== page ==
By now, the dough for the fried bread has been proving for half an hour, and it’s time to start dividing it up. It’s extremely sticky, so I coat my hands in flour. The dough should be handled as little as possible — to avoid knocking the air out — and cutting it is all in a flick of the wrist, slicing a straight line down and quickly freeing a small portion from the rest of the dough. We end up with scone-sized pieces, ready to cook.
Nadine and I work the deep-fry station together, turning over the golden balls as they bob in and out of shimmering oil. Fried bread was invented post-colonisation, she says, as Māori wouldn’t previously have had access to some of the ingredients, but it’s become a mainstay at marae (Māori meeting grounds), during special occasions. The first piece, smothered in butter and golden syrup, tastes so good, I eat two more in quick succession. Bodhi holds a shushing finger to his lips as he walks past, a piece of precious, stolen fried bread gripped in his other hand.
The spirit of manaakitanga
During prep for the meal, guests from Waiheke Island (around 200 miles north west) arrive in their caravans, having begged Nadine to let them join the feast. In the spirit of manaakitanga (hospitality), a value central to Māori culture, she couldn’t say no. It’s dark outside where we’ll be eating, so there’s a soft spotlight illuminating the long table, now neatly set for 12. For a few moments, a black cat jumps up to claim a seat, tail moving back and forth as it waits for the food to arrive.
And then it does, all at once: molehills of vegetables roasted in duck fat, all tumbling over each other; bowls of fried bread with smoked salmon pate served alongside; vibrant watercress salad; crumbed venison, simply pan-fried; baked pumpkin filled with bacon soup.
Atamira leads a karakia to bless the food, and then the mood turns cheerful; there’s little formality as we reach across each other and pile our plates high. Chatter breaks up into small pockets: a conversation about local sports soon turns into a discussion on Atamira’s work with community market gardens and her interest in raising awareness about indigenous plants and medicine. It’s easy, curious conversation.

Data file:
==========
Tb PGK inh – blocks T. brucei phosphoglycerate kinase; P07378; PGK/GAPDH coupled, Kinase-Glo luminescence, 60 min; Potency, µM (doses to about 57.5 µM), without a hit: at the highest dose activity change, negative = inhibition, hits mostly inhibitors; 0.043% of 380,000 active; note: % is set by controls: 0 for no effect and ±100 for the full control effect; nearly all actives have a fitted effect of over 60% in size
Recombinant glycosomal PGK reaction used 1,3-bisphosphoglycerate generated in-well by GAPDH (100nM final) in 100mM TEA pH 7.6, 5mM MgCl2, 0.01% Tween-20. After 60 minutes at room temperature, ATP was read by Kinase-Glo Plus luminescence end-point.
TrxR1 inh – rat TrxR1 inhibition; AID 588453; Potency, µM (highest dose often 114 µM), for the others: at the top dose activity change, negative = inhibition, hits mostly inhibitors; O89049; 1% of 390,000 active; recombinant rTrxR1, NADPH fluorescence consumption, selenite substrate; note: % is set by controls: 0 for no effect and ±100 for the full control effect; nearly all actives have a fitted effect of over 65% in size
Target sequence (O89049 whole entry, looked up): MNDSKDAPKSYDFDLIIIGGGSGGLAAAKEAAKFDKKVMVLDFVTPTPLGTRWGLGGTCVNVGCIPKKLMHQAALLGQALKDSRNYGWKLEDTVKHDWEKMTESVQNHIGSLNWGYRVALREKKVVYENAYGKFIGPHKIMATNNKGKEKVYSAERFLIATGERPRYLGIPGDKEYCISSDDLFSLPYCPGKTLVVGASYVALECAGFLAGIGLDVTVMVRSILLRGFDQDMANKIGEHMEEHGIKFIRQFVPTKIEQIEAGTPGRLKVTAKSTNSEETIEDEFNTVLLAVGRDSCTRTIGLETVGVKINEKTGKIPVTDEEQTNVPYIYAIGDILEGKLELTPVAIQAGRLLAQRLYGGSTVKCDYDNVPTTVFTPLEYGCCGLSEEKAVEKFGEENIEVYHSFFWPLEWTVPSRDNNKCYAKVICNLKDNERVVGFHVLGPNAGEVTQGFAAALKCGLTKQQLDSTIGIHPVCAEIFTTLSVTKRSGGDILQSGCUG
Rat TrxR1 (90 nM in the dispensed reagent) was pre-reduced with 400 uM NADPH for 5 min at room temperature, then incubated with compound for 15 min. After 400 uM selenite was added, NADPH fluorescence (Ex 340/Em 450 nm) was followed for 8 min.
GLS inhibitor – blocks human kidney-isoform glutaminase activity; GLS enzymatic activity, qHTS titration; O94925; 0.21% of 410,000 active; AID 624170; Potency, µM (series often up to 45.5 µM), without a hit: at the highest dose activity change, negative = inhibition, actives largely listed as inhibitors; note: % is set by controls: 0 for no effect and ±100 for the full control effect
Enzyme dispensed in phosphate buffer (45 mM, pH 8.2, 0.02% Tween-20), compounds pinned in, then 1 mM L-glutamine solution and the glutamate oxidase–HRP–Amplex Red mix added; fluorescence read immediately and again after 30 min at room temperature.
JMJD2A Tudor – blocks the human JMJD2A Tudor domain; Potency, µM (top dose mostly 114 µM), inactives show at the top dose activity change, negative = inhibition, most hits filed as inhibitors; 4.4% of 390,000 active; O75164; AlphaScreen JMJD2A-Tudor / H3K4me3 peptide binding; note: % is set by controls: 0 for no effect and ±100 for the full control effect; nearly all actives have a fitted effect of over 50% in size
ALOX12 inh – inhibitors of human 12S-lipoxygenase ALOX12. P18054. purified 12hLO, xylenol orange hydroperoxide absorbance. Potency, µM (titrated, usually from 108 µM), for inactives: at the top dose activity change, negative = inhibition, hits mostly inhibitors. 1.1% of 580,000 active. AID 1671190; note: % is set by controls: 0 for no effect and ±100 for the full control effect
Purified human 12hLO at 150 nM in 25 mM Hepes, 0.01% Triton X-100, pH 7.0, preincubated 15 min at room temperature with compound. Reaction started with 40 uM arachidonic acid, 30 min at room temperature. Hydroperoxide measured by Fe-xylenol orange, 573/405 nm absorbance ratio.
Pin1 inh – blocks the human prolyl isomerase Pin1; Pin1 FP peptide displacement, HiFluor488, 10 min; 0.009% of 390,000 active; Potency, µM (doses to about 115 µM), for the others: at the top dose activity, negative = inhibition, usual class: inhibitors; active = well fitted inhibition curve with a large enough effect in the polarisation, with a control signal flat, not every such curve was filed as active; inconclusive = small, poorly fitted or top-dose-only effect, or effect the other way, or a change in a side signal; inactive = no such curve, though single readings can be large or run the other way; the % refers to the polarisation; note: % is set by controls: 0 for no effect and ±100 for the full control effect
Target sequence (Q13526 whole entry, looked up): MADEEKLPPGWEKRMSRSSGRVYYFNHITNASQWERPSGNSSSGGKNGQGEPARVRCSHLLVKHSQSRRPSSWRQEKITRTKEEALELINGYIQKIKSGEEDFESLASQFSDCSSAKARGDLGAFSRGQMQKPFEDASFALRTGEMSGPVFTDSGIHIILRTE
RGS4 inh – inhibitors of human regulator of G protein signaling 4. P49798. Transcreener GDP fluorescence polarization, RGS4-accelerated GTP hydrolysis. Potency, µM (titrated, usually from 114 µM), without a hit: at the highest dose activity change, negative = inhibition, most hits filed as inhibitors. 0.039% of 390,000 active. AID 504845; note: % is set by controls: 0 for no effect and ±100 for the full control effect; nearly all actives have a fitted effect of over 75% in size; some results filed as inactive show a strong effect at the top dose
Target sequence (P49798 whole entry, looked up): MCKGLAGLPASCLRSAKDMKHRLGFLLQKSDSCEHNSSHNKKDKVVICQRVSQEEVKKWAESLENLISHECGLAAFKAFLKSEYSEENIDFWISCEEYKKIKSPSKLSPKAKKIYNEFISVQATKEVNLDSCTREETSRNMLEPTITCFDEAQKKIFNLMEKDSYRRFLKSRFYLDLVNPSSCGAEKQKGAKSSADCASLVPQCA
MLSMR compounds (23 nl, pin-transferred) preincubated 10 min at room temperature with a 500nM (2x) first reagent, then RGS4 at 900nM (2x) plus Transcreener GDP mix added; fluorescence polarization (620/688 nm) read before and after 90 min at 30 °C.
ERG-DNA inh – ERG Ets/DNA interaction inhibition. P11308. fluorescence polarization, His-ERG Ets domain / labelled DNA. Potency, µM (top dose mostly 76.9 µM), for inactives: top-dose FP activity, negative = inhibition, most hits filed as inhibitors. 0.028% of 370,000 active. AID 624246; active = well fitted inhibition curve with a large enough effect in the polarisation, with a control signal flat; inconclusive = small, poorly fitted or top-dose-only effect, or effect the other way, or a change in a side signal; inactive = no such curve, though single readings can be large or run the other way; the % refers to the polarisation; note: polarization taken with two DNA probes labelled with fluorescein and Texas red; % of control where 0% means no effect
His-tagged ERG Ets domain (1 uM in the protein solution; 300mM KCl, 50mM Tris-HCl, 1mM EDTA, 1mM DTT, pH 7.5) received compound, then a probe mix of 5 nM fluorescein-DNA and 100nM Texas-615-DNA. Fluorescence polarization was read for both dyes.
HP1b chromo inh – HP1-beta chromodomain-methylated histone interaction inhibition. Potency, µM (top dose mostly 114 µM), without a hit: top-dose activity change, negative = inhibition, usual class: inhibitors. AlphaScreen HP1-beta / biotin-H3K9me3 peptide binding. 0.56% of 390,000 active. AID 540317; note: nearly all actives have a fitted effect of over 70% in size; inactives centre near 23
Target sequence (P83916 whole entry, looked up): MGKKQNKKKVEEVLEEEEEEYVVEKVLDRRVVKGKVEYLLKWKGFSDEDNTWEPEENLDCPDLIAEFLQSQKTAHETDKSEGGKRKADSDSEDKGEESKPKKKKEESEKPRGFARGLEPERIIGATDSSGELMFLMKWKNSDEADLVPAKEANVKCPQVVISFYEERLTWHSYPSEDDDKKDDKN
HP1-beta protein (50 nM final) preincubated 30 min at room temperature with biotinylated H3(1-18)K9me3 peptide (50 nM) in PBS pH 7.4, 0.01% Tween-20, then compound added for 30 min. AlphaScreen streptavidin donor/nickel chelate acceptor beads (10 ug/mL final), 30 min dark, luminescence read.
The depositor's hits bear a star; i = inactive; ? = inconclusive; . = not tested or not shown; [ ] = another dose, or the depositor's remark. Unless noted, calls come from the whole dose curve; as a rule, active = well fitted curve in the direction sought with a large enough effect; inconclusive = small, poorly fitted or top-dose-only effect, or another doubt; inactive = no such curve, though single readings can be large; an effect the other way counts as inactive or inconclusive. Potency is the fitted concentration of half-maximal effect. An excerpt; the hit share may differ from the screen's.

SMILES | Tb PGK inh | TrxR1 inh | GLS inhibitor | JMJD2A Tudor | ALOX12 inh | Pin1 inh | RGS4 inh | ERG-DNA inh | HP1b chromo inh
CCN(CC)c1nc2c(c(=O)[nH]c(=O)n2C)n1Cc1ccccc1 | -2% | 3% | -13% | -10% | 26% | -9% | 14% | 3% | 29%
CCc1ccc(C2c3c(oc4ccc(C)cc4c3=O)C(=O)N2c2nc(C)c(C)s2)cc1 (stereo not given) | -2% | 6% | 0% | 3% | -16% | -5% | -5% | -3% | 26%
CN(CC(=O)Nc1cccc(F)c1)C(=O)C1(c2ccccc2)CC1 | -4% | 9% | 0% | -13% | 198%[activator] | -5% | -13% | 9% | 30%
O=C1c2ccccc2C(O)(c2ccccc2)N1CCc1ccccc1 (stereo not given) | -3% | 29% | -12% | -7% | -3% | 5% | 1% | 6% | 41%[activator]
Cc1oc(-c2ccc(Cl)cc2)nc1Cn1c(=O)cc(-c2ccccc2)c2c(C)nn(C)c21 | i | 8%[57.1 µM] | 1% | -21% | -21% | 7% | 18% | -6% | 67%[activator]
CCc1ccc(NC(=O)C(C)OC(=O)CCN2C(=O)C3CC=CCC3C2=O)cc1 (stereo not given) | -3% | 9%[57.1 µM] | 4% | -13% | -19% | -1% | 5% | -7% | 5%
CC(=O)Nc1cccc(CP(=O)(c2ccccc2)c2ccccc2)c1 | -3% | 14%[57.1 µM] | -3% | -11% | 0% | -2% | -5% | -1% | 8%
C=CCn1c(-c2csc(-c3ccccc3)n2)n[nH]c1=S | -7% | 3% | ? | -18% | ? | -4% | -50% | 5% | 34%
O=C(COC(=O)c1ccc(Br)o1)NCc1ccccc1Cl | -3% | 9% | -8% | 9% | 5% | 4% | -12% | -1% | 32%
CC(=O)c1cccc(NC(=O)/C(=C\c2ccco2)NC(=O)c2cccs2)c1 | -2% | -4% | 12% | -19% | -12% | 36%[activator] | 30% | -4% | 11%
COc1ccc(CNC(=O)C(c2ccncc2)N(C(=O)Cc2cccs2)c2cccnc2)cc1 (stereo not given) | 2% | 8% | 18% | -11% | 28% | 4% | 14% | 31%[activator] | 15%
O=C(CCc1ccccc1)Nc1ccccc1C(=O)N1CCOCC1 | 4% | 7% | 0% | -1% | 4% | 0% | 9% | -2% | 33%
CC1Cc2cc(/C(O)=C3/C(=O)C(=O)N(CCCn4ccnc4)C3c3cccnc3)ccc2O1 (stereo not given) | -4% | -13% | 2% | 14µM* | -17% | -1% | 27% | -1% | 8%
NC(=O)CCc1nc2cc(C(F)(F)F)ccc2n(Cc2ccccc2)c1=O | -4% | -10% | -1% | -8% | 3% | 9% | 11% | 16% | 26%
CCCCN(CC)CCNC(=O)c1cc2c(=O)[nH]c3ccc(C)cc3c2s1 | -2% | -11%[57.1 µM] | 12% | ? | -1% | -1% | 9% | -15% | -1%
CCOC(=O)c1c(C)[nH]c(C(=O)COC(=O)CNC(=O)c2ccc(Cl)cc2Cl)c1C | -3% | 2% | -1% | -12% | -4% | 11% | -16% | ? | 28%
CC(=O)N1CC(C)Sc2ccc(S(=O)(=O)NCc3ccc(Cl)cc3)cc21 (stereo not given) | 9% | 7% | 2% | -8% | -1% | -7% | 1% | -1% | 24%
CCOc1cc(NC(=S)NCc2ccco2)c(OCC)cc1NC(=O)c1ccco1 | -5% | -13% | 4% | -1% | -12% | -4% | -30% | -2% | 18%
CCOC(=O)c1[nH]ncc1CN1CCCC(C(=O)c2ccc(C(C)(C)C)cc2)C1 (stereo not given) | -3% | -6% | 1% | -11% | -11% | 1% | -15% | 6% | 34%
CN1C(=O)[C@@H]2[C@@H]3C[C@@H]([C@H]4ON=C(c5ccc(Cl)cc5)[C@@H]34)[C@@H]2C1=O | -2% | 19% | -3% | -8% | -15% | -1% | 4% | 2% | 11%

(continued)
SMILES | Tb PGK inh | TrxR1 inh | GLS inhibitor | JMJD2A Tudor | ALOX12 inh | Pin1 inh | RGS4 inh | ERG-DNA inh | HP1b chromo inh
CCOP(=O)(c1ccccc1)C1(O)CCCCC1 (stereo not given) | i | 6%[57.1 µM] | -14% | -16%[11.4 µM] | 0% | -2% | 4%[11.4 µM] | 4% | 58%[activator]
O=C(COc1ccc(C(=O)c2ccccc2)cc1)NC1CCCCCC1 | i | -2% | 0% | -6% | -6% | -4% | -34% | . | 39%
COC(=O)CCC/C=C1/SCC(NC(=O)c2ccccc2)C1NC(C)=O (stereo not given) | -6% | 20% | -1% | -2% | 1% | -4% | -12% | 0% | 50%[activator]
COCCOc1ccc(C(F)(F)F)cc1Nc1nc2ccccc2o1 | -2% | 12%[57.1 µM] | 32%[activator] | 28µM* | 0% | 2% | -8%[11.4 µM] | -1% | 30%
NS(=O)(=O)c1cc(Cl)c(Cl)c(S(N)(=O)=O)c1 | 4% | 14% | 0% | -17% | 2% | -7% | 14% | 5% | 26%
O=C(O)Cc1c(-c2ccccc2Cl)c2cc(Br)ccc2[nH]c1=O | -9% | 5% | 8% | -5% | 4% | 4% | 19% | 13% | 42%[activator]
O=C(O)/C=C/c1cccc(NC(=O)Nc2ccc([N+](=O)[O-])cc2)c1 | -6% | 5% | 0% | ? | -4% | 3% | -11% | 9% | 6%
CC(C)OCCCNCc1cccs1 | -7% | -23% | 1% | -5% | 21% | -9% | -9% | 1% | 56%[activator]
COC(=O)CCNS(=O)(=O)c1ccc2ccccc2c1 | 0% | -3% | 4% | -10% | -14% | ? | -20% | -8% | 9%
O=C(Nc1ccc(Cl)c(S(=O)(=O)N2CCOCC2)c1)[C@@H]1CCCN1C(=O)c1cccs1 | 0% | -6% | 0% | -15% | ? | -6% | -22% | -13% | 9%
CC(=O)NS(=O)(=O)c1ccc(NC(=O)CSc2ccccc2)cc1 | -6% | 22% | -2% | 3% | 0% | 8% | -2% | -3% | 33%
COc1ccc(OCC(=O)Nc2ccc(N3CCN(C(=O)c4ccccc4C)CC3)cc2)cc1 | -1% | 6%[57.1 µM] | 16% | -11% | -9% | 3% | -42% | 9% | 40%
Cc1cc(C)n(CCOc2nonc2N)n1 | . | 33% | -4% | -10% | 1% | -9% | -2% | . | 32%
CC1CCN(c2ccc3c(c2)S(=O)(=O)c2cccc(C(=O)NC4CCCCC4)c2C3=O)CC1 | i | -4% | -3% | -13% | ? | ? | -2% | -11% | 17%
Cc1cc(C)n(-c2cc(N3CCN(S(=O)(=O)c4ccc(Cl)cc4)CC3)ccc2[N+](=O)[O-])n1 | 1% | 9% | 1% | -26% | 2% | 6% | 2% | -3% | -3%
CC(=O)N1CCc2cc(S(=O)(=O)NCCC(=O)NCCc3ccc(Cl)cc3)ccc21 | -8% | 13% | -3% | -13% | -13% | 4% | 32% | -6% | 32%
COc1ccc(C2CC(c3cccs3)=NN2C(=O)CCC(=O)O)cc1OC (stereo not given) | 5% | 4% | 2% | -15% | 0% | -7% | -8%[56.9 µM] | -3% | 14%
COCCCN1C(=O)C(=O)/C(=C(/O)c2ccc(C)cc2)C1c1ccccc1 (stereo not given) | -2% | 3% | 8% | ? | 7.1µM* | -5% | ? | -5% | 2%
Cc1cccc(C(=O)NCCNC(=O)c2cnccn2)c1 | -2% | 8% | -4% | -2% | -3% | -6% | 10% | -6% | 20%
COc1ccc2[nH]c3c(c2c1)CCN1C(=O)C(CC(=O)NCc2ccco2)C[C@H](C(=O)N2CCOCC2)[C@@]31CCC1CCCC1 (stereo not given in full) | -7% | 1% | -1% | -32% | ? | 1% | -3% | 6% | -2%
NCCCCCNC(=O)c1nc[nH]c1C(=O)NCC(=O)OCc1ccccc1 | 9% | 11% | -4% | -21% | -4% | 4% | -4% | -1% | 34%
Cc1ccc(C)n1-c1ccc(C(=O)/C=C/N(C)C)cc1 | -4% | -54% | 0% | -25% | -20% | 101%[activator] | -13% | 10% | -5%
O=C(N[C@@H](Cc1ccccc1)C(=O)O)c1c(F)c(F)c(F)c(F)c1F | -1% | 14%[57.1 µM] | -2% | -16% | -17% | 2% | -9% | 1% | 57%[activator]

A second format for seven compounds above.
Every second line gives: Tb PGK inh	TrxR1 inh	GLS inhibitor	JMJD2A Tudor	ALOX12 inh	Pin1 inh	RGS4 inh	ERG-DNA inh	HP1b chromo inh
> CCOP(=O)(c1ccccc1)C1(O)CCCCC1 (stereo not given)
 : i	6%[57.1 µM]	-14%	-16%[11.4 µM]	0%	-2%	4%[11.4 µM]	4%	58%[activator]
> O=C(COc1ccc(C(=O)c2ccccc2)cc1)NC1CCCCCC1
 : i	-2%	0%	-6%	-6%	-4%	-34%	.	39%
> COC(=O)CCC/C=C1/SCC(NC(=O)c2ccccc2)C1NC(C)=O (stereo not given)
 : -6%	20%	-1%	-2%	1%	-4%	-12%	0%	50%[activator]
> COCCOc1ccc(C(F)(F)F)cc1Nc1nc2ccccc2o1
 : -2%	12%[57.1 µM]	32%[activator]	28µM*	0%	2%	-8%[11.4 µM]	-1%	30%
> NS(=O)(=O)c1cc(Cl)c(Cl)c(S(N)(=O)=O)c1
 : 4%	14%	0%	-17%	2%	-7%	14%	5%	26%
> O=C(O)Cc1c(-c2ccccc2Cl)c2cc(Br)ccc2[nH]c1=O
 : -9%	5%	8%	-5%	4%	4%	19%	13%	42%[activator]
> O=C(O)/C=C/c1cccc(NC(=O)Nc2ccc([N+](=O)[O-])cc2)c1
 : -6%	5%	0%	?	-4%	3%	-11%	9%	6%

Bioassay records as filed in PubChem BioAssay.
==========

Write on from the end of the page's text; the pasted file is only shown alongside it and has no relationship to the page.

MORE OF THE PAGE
The venison is delicious and tender, but it’s the watercress salad my fork keeps reaching for: perhaps because I saw it through from soil to plate. Nadine, apron still on, flits around, checking in on all her guests. She loads a plate, scooping up a little portion of every dish, and slides it under the nose of Josh, our photographer. “I’ve been watching what you’ve been eating,” she scolds.
Somehow, there’s still room for dessert: a slice of Nadine’s pavlova, topped with raspberries that Karl and Tylah-Fern picked down the road, and forest honey from an iwi in nearby Ruatāhuna. Crunchy, chewy, silky and seriously sweet: it’s a fabulous pav.
After we whisk the empty plates back into the kitchen, Nadine insists we head to sleep; it’s been a long day. My eyes, dragging down, answer for me, and I leave with a full stomach and echoes of the whānau’s laughter in
Four flavours to try in New Zealand
This thin but hearty one-pot bone stew is typically served up on lazy Sundays and made using leftovers. Ingredients vary, but pork bones are essential, as are watercress (or pūha, also known as sow thistle), potato, sweet potato and carrot. Doughboys (small flour dumplings) can be added towards the end of cooking.
A Māori healing plant, kawakawa is identifiable by its pointy, heart-shaped leaves. These can be chewed (great for toothaches, apparently) or infused to make topical tonics, but their main use is for kawakawa tea, which aids digestion. “Look for the leaves with holes in,” Himi advises — the insects have made a meal of those that are ready. The female variant of the plant yields peppery berries that can be made into chutney.
A method of cooking involving hot rocks, which are heated in an underground pit. The hāngi (loose translation: ‘earth oven’) can be used for slow-cooking meat, fish and vegetables over several hours to yield tender, smoky results. The ingredients would traditionally have been wrapped in leaves, but they’re now more commonly encased in tin foil and wire baskets instead. In Rotorua, some iwi use the steam from geothermal vents instead of heated stones.
4. Tawa berries
Found in the Whirinaki Forest, dark plum-coloured tawa berries are large and edible, but are particularly renowned for their kernels. These are boiled, steamed or roasted, and over fire they pop like popcorn. The kernels can also be dried and stored during the winter — although there’s some competition in gathering them, as they’re a favourite of kēreru birds and wild pigs.
Published in Issue 10 (winter 2020) of National Geographic Traveller Food
Follow us on social media